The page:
Why do we scar?

Scars are the end point of the normal healing process after skin tissue has been broken (with the exception of the most superficial scratches or smallest punctures). Injury to any tissue, whether it is by accident, surgery or disease, initiates a complex but carefully coordinated series of responses. These help to clear damaged cells and other unwanted elements, protect viable tissues and to reconstitute the area. The basic mechanisms are the same for all tissues. Variations occur according to the structure and function of the individual tissue.

In theory the ideal end point of the wound healing process would be total regeneration, with the new tissue having the same structural, aesthetic, and functional attributes as the original uninjured skin.

However, experts postulate that wound healing is evolutionarily optimized for speedy healing under dirty conditions. A rapid and complex mix of inflammatory markers and bio chemicals allows the skin to heal quickly to prevent infection and future wound complications. A scar may therefore be the price we pay for evolutionary survival after wounding.1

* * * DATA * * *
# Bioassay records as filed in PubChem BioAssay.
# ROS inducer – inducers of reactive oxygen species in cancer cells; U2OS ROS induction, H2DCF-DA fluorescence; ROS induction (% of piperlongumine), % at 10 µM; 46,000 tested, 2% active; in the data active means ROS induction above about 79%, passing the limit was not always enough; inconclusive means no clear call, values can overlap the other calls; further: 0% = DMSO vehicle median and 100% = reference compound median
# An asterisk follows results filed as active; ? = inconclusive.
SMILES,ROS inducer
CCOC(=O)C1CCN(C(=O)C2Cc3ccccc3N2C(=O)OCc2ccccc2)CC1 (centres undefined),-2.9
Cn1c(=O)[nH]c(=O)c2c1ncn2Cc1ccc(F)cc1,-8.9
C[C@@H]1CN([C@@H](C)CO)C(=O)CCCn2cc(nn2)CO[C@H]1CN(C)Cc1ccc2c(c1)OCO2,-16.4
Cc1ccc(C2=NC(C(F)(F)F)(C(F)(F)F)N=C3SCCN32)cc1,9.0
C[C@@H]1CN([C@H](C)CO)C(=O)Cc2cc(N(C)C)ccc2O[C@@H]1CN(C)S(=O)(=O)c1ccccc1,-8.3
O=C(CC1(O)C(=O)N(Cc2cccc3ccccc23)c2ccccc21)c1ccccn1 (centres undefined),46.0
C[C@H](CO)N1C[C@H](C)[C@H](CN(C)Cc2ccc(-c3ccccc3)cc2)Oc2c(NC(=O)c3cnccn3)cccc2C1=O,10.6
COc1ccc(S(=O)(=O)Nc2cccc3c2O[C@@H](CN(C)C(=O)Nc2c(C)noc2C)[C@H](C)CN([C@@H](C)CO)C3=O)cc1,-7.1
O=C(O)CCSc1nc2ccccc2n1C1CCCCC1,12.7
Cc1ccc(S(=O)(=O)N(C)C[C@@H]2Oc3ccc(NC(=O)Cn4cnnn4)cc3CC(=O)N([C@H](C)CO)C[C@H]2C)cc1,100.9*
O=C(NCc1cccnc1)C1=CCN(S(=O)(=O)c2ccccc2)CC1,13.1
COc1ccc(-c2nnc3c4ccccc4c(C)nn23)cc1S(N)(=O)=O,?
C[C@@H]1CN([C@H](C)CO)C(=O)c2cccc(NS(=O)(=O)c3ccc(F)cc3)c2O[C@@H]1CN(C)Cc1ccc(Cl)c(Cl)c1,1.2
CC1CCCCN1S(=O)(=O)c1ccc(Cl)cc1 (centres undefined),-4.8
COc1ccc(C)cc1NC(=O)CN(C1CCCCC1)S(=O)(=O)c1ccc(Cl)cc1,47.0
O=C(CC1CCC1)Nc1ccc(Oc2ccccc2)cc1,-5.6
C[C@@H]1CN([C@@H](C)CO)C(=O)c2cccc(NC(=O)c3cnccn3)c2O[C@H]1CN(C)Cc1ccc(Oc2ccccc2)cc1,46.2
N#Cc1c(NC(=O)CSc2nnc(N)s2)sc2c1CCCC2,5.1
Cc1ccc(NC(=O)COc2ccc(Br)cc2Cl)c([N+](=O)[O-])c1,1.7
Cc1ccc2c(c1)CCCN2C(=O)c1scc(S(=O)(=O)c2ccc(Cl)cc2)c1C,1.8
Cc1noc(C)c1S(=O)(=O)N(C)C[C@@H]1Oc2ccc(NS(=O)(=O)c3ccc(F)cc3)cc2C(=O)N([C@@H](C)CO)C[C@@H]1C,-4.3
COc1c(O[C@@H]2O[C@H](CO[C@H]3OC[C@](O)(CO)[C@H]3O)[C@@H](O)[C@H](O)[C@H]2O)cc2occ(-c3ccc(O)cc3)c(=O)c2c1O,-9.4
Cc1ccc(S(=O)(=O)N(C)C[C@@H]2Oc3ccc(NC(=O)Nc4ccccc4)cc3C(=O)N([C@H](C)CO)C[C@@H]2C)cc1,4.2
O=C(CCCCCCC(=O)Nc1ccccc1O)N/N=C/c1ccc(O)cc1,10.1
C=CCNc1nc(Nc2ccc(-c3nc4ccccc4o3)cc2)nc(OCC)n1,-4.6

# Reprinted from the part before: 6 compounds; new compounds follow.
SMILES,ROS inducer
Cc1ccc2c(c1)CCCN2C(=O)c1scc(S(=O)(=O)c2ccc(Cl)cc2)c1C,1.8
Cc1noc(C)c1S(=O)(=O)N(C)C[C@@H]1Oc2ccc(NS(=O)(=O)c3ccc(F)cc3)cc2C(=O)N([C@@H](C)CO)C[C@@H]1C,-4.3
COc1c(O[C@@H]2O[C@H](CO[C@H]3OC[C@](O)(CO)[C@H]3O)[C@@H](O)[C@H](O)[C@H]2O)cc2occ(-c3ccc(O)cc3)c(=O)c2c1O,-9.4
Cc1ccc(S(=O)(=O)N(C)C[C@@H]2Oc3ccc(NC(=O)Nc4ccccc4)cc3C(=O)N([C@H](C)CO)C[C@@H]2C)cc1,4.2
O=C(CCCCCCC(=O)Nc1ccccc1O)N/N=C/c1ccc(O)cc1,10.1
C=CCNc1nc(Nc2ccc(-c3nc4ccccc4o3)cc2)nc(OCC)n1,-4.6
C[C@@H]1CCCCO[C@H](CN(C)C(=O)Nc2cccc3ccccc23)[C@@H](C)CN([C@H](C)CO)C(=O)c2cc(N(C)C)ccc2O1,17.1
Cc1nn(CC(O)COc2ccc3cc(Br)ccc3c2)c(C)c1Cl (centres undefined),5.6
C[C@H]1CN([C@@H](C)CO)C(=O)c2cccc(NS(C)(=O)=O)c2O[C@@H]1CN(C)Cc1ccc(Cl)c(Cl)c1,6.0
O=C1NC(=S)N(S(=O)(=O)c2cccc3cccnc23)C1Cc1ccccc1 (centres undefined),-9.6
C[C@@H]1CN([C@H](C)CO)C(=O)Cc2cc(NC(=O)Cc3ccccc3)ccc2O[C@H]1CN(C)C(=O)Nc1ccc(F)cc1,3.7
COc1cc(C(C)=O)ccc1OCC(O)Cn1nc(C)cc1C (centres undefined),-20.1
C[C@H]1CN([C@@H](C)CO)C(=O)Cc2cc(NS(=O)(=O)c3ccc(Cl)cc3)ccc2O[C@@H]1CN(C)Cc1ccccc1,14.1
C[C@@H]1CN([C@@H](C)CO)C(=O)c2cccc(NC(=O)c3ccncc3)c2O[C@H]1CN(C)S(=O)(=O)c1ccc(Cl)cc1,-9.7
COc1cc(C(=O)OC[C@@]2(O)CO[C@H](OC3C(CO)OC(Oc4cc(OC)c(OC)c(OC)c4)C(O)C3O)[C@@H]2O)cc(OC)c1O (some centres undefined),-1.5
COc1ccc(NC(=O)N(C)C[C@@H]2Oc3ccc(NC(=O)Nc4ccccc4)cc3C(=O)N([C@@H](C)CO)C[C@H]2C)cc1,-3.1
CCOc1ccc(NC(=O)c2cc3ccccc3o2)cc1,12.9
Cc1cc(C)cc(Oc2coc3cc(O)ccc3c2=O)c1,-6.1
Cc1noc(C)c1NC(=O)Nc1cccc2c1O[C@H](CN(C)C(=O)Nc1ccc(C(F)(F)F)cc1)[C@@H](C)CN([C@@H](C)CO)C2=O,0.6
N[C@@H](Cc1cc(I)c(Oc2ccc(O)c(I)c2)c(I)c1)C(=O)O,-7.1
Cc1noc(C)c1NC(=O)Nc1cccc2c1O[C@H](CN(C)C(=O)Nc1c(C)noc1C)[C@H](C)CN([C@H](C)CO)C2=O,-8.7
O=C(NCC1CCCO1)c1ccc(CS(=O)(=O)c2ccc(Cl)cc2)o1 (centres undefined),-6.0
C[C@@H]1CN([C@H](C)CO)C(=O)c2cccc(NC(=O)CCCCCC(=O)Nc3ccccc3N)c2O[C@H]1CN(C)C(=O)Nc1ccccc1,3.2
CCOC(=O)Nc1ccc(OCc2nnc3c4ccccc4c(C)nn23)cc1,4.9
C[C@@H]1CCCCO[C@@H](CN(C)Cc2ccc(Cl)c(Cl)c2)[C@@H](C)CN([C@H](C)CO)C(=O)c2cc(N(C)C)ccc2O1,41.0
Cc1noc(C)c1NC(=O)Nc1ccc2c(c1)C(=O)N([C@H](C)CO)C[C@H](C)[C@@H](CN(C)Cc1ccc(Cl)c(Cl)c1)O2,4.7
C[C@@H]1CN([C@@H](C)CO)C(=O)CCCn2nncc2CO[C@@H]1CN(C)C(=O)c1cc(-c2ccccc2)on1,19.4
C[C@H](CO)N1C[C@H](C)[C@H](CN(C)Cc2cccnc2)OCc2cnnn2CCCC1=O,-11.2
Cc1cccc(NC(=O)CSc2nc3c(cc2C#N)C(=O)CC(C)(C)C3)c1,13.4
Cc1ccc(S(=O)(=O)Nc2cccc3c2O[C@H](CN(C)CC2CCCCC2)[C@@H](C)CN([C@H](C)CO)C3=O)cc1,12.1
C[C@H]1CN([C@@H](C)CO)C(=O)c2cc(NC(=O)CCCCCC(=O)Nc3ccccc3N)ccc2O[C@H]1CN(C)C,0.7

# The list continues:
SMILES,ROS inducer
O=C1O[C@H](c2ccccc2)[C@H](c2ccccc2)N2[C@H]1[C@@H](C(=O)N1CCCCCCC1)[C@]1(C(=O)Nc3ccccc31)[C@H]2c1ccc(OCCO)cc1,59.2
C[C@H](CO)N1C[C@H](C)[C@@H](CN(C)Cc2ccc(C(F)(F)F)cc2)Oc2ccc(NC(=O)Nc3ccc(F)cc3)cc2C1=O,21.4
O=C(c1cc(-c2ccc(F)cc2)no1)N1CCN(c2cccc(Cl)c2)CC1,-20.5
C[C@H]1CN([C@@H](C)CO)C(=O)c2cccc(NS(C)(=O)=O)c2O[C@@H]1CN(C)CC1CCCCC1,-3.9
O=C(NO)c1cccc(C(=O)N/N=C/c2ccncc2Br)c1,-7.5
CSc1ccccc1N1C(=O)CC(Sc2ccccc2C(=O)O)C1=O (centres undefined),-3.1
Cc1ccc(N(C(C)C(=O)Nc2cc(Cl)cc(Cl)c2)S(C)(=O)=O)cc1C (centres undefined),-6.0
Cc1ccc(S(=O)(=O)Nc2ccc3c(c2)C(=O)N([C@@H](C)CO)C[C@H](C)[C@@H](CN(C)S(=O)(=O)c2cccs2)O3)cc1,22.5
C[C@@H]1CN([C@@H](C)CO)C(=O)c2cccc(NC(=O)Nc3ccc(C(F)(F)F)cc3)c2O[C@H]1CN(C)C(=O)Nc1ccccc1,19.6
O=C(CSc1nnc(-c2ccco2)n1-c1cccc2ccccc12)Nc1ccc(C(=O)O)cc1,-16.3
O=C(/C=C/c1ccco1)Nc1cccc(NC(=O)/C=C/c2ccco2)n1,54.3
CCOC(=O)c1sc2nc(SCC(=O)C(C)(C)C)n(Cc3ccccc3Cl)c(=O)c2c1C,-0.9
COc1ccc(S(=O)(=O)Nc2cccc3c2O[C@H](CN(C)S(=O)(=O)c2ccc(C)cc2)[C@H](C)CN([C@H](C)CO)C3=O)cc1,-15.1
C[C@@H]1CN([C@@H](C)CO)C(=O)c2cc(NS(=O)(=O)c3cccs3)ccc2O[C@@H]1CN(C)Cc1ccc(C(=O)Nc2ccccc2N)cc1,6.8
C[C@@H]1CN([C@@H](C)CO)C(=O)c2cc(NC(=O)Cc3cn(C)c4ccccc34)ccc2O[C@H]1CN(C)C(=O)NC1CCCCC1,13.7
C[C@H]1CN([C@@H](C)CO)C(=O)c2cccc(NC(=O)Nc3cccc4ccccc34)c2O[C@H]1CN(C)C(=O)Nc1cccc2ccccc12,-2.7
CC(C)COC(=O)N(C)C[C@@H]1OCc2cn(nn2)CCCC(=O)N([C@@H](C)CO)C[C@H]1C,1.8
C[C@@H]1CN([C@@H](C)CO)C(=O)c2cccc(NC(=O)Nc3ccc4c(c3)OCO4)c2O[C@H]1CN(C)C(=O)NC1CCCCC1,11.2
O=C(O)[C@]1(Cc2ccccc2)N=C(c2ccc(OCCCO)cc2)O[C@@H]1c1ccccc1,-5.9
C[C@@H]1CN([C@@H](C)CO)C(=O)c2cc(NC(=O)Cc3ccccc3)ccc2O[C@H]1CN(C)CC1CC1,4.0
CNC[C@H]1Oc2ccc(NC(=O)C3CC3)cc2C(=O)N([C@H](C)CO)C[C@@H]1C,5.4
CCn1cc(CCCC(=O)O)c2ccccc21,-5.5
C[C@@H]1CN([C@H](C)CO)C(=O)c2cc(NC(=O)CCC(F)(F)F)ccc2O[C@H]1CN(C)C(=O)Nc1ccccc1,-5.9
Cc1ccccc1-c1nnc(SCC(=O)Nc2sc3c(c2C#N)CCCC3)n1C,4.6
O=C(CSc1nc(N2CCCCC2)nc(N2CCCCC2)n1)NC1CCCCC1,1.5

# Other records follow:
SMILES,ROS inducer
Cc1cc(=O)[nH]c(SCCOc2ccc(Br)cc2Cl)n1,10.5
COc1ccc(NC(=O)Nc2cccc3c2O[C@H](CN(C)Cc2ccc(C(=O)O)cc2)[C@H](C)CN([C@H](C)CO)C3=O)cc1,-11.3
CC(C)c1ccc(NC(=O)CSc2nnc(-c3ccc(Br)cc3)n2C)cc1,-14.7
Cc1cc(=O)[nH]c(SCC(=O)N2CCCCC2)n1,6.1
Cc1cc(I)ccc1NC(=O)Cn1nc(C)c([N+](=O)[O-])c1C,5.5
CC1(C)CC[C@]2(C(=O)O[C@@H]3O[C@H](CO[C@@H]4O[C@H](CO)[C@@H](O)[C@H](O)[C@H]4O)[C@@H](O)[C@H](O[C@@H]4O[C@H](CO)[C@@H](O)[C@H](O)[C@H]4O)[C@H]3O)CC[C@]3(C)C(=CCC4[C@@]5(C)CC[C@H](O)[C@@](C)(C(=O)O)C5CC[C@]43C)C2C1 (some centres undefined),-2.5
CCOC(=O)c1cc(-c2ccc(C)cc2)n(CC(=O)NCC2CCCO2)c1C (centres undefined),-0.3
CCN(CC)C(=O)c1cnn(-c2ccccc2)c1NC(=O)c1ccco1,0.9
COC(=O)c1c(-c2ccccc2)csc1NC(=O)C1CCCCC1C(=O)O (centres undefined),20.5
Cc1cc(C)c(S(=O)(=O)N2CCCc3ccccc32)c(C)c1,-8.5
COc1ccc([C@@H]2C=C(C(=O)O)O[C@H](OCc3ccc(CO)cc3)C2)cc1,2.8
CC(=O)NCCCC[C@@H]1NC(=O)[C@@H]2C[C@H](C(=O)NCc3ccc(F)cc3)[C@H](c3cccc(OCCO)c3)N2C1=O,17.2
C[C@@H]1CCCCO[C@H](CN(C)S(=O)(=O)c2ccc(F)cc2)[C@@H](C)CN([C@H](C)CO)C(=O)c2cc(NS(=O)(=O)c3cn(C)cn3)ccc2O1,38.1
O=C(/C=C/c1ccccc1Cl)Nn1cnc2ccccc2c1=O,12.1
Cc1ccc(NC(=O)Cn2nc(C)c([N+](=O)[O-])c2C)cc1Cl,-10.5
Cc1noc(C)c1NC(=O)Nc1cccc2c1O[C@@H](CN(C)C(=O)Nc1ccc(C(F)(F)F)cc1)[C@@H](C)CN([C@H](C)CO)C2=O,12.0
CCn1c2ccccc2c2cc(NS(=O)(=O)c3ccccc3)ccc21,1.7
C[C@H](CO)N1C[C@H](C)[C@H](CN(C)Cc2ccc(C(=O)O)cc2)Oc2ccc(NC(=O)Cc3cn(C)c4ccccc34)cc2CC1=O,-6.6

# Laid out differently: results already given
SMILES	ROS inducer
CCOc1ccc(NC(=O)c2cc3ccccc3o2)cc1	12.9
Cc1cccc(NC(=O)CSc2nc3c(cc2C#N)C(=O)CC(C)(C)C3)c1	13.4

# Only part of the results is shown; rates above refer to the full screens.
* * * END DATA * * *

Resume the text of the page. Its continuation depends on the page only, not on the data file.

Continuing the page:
Normal mature scars

In most cases the final stage of wound healing is a normal mature scar. These scars have undertaken several stages of collagen building and remodeling until they appear normal in color, are no longer elevated, have no itching or pain properties and are no longer “active”. This process can normally take between 1 to 3 months. Although several new drugs and techniques are in various stages of development, there is currently no proven way to completely prevent or remove a scar.

Abnormal scars

In some cases scars can become problematic or abnormal. Abnormal scars do not resolve to a fine line but remain visibly different to the surrounding skin in size, color, contour and texture2. These pathological scars, such as hypertrophic scars and keloids are more common in particular skin types, in people prone to abnormal scaring and for individuals with a family history of severe scarring. They are also more commonly associated with hormonal fluctuations such as during puberty or pregnancy and with severe trauma, major burns or secondary wound healing (slow and problematic wound closure).

Strataderm is effective in treating active scars both old and new, and in the prevention of abnormal or pathological scaring (such as hypertrophic scars and keloids). The desired outcome is not to remove the scar completely but to assist the skin, in a safe and non-invasive way, to produce a normal mature scar, (i.e. free from physical symptoms, which is soft, flat and normal in color.)

1. Bayat A et al. BMJ 2003; 326:88–92
2. British Journal of Hospital Medicine 2006; Vol 67, No. 8:635